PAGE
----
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This was a slow read for me. I’m into history so that kept me going. But overall it was kind of boring. It’s written almost like a textbook/book used for research. It was good as far as historical context and learning about how these American symbols mean different things to different people and even during different times. I don’t think I would recommend this to anyone unless they were writing a paper.

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From the introduction:
Interrogating the impact of national language and symbols comes with some risk...
The aversion to nationalism derives largely from its relationship with racism... According to historian Anthony Marx, efforts to codify racism that intended to unite White people unintentionally brought Black people together. They moreover emboldened them to challenge their oppressors.

Enslaver versus Abolitionist--this text and the United States grapple with the context of these oppositional forces that embody the fundamental contradictions of "the land of the free and the home of the brave."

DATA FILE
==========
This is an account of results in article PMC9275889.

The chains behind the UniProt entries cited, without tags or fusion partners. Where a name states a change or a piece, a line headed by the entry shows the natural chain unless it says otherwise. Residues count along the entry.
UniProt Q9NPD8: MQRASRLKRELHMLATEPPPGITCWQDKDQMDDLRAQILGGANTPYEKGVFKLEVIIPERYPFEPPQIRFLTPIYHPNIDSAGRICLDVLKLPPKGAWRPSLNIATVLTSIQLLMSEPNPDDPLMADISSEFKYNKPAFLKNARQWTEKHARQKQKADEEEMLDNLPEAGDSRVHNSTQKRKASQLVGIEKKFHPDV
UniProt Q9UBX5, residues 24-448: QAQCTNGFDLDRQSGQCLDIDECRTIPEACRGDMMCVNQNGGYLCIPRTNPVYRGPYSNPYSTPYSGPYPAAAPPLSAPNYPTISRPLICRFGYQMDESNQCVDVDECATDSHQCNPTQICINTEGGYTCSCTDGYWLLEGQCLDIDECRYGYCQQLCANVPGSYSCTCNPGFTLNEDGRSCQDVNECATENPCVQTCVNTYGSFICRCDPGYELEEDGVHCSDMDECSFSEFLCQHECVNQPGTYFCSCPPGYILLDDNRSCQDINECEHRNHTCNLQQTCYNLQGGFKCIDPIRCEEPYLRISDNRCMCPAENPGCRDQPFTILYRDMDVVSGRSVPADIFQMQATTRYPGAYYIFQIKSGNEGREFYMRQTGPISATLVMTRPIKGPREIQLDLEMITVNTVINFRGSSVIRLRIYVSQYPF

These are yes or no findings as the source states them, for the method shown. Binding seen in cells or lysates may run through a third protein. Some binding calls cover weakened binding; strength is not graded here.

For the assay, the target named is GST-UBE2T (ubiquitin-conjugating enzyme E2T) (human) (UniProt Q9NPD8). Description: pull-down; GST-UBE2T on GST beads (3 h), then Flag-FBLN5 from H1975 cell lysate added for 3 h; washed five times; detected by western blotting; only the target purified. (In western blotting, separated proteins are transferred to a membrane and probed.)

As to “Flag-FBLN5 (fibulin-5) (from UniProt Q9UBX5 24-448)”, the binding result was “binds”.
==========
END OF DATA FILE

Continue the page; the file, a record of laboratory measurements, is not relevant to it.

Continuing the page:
By itself, the intense study of the July 5th, 1852 speech by Frederick Douglass is reason enough to read this book. The many images from pamphlets and other historical documents, plus the introduction, seven chapters across two parts: Contesting and Fighting, and a "Fighting for Old Glory" epilogue, acknowledgments, notes, index, and previous non-fiction titles mentioned in about the author are each worthy of a close reading and rigorous contemplation.

The experiences of lesser celebrated but very accomplished New York State Underground Railroad conductor Jermain Wesley Loguen, self-liberated Israel Campbell, Elizabeth Blakesly, and others are offered as examples of the ways in which the language and symbols of freedom are interpreted as influenced by time, place, person, circumstances, and intention.

Complementary reading with I Can't Wait to Call You My Wife... by Rita Roberts and The Grimkes by Kerri Greenidge.

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Symbols of Freedom: Slavery and Resistance Before the Civil War by Professor Matthew Clavin presents several American traditions, speeches or symbols and how they shaped slave resistance and anti-slavery activism in the United States from the establishment of Washington, D.C. to the eve of Civil War.